FEW players get to play at Wembley once, but in a whirlwind four days Wigan Athletic’s Shaun Maloney and James McArthur will twice run out into the home of English football.
As two prominent players for the current FA Cup holders, the pair will line up against Premier League champions Manchester United tomorrow for the annual Community Shield match before returning mere days later to do battle with the Auld Enemy, as England host Scotland for the first time in 14 years. It is a quick turnaround, but for the recently relegated Wigan stars it is a welcome escape from the rough and tumble of the English Championship.
Dragging a chair into a quiet corner of Wigan’s bustling office after training, Maloney explains: “I’m looking forward to it. It’s going to be physically demanding but I think it’s amazing to play United on a Sunday and England on a Wednesday. This doesn’t happen every single year so you’ve got to enjoy it as much as you can. I think people discuss too much about players playing on a Saturday or Sunday and then a Wednesday.
“On Sunday, right enough we might not have the ball for long periods, it might be a little bit harder than normal and Wednesday’s going to hurt but in every sport there are times when it hurts and you have to do it.
“The last Scotland-England game was the play-off in ’99 so that has been 14 years where we haven’t played England and those of us in the squad are fortunate the game has come up.”
The former Celtic playmaker admits that the Shield represents a bit of a bonus match; a pleasant footballing interlude to remind the people of Wigan that they too are a big draw alongside local rugby league side Wigan Warriors, who recently battered through to another Challenge Cup final at Wembley. This small town in Greater Manchester could hold the unlikely honour of holding two of the biggest prizes in British sports.
However, McArthur sees this as more than just another pleasant day out.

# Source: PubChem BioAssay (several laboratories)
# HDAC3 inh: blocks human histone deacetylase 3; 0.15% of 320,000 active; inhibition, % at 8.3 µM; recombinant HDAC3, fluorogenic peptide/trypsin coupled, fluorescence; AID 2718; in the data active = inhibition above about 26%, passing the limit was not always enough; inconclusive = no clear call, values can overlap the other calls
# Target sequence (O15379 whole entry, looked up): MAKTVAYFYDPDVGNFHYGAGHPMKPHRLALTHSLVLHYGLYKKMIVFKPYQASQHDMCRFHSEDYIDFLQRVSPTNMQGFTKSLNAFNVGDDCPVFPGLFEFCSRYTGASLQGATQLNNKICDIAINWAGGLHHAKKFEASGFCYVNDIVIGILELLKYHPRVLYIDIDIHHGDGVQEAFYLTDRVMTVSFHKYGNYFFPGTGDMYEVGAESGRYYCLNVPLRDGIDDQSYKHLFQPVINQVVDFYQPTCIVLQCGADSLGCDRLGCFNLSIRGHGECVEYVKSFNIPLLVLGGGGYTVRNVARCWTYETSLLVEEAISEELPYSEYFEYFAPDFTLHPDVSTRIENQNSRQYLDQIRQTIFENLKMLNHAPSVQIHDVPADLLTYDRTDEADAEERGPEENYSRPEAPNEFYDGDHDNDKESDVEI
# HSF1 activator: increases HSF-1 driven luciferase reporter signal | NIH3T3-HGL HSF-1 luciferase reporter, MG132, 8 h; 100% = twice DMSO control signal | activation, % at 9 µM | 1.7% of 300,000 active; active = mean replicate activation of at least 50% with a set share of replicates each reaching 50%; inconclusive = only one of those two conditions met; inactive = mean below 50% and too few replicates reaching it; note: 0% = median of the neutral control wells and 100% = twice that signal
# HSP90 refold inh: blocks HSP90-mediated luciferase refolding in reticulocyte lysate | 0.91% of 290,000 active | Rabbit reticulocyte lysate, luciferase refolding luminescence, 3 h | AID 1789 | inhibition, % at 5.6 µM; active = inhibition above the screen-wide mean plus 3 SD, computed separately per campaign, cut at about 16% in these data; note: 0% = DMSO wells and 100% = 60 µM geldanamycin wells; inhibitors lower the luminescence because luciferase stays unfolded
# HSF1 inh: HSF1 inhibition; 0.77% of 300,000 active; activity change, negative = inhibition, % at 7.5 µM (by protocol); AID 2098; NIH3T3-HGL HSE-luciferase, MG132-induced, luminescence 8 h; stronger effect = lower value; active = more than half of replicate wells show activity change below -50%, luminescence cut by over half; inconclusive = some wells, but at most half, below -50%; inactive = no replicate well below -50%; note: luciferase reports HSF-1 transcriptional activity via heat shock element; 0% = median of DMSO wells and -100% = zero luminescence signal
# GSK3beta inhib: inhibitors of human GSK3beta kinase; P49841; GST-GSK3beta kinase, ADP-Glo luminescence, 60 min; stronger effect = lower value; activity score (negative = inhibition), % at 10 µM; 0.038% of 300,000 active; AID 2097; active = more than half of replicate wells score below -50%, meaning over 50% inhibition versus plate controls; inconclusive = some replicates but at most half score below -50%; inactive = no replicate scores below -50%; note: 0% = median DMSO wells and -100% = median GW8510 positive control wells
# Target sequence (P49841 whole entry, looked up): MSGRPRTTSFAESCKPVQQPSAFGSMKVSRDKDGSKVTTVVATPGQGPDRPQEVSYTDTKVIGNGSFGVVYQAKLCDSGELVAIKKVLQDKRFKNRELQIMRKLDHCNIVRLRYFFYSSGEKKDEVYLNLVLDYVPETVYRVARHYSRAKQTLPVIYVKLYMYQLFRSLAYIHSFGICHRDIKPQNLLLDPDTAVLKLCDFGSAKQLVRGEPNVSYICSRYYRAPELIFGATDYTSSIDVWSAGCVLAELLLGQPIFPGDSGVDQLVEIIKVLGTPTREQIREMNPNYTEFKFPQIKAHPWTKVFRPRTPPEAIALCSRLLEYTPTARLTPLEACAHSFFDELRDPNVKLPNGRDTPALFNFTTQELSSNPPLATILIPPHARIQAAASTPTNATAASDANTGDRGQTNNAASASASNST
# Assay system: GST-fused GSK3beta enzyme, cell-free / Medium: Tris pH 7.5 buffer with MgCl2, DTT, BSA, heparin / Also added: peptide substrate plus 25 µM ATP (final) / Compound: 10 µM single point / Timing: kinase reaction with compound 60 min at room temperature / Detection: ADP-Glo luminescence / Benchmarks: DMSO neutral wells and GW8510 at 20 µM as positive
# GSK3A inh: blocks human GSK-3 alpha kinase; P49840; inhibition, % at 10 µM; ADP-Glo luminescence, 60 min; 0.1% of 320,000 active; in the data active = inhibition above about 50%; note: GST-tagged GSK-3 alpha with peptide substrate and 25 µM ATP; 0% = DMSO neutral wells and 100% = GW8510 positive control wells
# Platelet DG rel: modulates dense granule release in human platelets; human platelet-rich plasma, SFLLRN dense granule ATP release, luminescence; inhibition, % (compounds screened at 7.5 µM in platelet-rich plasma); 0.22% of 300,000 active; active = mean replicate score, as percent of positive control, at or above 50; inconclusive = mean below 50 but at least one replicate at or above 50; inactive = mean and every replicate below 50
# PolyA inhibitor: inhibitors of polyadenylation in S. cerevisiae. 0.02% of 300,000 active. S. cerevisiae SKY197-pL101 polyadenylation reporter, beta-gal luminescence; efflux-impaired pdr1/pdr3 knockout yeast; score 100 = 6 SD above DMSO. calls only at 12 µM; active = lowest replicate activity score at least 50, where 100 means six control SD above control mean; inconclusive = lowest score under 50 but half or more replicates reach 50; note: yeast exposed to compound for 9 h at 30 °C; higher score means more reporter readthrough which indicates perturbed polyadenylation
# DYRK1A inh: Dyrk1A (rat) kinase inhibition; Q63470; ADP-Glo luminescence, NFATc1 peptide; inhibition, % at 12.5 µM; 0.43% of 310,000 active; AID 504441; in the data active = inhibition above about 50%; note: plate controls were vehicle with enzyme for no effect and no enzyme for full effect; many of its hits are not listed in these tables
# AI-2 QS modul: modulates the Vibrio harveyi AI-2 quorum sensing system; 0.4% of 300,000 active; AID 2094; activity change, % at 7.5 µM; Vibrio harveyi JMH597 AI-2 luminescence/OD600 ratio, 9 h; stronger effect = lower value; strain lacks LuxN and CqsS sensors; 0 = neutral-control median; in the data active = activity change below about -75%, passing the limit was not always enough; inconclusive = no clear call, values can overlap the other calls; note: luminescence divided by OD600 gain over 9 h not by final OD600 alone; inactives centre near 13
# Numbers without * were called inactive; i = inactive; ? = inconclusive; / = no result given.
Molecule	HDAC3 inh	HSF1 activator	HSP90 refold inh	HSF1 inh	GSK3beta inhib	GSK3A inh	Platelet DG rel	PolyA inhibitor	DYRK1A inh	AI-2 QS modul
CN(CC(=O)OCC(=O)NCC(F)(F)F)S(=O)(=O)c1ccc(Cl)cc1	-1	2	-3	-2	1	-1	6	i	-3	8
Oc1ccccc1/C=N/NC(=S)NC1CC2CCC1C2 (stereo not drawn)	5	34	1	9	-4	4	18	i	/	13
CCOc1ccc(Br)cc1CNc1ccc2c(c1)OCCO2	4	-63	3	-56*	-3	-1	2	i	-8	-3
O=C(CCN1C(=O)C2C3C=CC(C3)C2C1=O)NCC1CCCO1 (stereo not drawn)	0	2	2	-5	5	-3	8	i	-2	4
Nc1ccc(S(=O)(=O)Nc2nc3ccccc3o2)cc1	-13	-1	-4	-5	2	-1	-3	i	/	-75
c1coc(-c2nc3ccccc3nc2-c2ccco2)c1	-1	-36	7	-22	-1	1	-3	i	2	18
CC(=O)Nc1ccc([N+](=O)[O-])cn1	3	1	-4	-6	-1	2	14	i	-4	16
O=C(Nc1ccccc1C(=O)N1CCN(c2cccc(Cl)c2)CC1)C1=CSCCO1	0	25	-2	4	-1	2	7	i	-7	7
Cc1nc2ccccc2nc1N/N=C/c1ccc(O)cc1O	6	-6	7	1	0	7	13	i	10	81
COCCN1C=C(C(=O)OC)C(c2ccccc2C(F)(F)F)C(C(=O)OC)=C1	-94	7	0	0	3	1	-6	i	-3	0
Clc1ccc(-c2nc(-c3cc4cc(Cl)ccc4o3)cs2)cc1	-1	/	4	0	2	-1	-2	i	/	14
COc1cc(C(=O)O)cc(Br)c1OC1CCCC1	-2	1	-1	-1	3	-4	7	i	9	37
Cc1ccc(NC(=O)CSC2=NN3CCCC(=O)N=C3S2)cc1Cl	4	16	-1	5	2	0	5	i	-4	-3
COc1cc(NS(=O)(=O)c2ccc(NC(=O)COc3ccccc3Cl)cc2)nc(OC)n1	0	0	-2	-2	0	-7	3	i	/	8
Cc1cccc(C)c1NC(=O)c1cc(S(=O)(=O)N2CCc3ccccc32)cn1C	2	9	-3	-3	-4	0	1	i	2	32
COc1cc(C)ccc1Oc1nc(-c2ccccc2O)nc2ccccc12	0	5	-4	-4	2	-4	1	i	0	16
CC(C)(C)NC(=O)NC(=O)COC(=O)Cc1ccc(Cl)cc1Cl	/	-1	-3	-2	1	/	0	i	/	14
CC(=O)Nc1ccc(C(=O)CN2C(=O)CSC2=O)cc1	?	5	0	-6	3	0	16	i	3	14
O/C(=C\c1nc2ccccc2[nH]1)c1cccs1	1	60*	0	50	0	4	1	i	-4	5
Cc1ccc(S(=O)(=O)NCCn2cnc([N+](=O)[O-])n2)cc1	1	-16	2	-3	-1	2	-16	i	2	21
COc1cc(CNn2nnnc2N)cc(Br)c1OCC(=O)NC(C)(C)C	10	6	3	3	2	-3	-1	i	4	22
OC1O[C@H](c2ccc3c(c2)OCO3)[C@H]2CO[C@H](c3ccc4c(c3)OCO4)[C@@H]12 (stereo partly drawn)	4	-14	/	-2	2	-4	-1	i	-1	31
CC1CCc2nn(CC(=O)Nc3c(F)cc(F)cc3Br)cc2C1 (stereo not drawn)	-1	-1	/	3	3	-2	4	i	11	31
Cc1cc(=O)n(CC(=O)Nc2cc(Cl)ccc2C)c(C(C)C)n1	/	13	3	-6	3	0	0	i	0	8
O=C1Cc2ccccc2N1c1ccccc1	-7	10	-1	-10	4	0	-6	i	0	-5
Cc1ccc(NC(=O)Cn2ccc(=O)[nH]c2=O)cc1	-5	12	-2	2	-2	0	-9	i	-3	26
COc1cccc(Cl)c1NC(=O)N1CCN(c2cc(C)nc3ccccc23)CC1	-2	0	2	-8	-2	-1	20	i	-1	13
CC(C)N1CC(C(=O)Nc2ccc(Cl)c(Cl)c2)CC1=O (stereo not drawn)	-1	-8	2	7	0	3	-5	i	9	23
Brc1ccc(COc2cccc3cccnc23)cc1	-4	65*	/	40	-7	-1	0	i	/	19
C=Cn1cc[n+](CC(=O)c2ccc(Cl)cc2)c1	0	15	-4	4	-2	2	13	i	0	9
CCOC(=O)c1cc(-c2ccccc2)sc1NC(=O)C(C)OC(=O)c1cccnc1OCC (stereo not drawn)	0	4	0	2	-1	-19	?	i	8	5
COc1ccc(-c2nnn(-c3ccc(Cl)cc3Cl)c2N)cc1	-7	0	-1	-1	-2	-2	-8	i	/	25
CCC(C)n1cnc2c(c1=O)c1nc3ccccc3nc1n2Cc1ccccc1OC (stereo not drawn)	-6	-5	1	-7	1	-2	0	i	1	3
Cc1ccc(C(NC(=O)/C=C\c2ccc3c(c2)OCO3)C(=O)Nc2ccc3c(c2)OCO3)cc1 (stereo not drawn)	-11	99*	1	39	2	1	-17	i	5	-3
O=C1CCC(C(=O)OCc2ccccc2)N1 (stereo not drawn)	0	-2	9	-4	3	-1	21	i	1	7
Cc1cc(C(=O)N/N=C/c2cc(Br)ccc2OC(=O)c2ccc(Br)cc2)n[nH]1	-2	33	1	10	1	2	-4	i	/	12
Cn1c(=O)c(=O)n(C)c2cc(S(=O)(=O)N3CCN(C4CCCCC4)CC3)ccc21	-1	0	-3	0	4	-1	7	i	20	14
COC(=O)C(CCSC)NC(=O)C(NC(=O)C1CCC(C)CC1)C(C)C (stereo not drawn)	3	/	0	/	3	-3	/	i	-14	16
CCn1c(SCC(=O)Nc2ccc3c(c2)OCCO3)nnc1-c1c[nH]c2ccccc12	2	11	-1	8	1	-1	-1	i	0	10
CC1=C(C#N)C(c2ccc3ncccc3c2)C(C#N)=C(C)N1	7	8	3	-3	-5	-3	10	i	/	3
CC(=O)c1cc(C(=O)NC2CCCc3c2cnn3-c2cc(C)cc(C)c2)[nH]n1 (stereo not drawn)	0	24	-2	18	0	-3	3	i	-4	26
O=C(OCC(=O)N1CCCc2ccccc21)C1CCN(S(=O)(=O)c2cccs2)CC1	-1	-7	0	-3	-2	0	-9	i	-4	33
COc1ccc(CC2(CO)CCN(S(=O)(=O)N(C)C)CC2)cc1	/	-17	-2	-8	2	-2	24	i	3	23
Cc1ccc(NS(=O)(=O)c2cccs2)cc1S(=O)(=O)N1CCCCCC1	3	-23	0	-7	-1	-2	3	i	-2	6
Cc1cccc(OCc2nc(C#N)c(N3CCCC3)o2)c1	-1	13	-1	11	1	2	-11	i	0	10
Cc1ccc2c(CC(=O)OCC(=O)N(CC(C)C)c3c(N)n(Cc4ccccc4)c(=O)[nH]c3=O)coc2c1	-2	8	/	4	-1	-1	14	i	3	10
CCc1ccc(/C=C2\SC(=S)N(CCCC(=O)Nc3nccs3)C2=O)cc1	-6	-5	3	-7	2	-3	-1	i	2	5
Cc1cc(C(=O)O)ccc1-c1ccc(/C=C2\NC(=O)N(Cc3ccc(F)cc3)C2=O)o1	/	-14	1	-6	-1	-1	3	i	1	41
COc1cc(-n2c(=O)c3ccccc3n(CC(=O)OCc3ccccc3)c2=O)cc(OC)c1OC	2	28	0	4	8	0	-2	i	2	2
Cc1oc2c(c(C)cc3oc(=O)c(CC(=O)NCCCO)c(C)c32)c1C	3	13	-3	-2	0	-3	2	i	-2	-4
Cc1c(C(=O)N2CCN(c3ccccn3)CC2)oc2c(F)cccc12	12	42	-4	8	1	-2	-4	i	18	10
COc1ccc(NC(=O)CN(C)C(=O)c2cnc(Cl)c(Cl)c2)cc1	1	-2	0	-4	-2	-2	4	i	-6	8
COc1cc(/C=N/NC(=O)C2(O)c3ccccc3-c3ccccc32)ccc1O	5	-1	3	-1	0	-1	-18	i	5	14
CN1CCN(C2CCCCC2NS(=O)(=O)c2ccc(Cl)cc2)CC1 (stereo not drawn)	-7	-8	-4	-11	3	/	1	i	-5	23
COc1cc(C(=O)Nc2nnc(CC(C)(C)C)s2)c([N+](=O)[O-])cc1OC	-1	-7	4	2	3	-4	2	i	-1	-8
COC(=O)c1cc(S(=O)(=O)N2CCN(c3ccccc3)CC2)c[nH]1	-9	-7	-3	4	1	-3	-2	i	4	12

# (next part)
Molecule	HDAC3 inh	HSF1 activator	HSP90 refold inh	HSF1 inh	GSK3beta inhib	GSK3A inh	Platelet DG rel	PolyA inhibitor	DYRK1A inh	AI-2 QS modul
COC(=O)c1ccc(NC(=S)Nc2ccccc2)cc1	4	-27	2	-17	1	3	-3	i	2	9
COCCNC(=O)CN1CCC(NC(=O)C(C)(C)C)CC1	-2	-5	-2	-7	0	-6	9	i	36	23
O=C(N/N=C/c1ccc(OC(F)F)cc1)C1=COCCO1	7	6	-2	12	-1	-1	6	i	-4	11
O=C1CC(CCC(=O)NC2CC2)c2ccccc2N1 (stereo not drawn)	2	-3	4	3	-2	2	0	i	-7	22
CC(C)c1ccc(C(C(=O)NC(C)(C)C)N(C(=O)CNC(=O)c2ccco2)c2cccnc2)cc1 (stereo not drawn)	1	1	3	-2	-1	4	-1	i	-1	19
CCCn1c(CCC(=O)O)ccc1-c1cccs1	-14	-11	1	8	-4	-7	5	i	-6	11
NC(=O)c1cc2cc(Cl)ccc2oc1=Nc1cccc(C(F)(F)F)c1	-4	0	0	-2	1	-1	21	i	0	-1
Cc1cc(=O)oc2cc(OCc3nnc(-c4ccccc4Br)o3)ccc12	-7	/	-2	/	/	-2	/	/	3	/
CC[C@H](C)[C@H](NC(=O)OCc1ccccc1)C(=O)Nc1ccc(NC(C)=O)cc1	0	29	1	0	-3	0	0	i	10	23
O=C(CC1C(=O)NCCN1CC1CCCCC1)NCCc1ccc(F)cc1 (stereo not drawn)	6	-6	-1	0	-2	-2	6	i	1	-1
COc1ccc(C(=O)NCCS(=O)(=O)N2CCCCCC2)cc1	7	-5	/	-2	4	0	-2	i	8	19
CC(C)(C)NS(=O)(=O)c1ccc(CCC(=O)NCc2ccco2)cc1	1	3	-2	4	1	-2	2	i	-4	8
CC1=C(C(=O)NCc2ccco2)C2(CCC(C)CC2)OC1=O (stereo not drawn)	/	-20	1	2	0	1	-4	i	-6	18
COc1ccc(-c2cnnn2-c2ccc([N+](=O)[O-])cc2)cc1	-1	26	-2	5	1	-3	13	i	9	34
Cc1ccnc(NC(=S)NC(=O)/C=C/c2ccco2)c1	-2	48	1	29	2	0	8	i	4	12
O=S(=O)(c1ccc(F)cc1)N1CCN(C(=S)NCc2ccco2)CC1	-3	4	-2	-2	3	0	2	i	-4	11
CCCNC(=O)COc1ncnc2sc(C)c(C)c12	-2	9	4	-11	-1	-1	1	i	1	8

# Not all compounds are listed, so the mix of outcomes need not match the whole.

“Sunday is an opportunity for us to win another trophy,” The midfielder says. “I know United will be heavy favourites but if you look at our FA Cup final, Manchester City were the same.
“I don’t think you ever get used to playing somewhere like Wembley. It’s a magnificent stadium. The pitch is unbelievable; the atmosphere is amazing. It’s an actual football ground, with everything on top of you. Hopefully Wigan can do the unthinkable and win there again.”
Coming off the back of a 4-0 demolition of Barnsley in their first game of the season, both players admit to being in high spirits. The training ground is busy and there is a nervous energy. At points it feels like the lead up to a game that was never meant to be.
Earlier in the day manager Owen Coyle explained that there were nine fit players when he first came to Wigan and he has a tough task bouncing back to the Premier League. First up is a game not of his making against familiar figure David Moyes, whom he knows will “not be treating this as a friendly.”
Of course, in comparison, the international meeting on Wednesday could be as friendly as a Spanish royal visit to Gibraltar. The Tartan Army may also be expectant after the recent victory over Croatia. Maloney empathises with the fans.
“I have had bad results with Scotland but I don’t think I have felt as low as I did after Wales at home,” he said. “To go from that to the Croatia game was a big step. That was a little bit of sunshine in what has been a stop-start international career for me.” What if Wembley gets too much? “It’s difficult to detach yourself from that feeling and against England that will be magnified, but there are times where the manager will want you to do certain things and it won’t involve chasing down the keeper or running 80 yards; it will involve holding a certain tactical position. There is also the other side of being brave: wanting to take the ball when there’s many a man round you.”
Much will come down to Gordon Strachan’s coaching. Both players give him great credit for the victory in Zagreb. McArthur appreciates his gruelling double-sessions and his willingness to joke once the hard work is done; Maloney likes how he gets his points across.
In the next week both men could be haunted by the same elite players as some United starlets flash past them again in the white of England. Maloney singles out Michael Carrick as the footballer’s footballer. If Carrick returns for England he will certainly be worried.
McArthur agrees. “You have to get in amongs your Carricks and stop them playing because they are top players. He is one of the men I admire a lot, Carrick. I voted him player of the year last year.”
Perhaps the last word in the build-up to the grand days out in the capital should go to Maloney, who laughs at the suggestion the games should be easy, such is his and McArthur’s form.
“There will be moments in both games, like Croatia, where our goalkeeper will need to make a save or we’ll need a bit of luck. We can certainly win both games but at the same time we can certainly lose them.”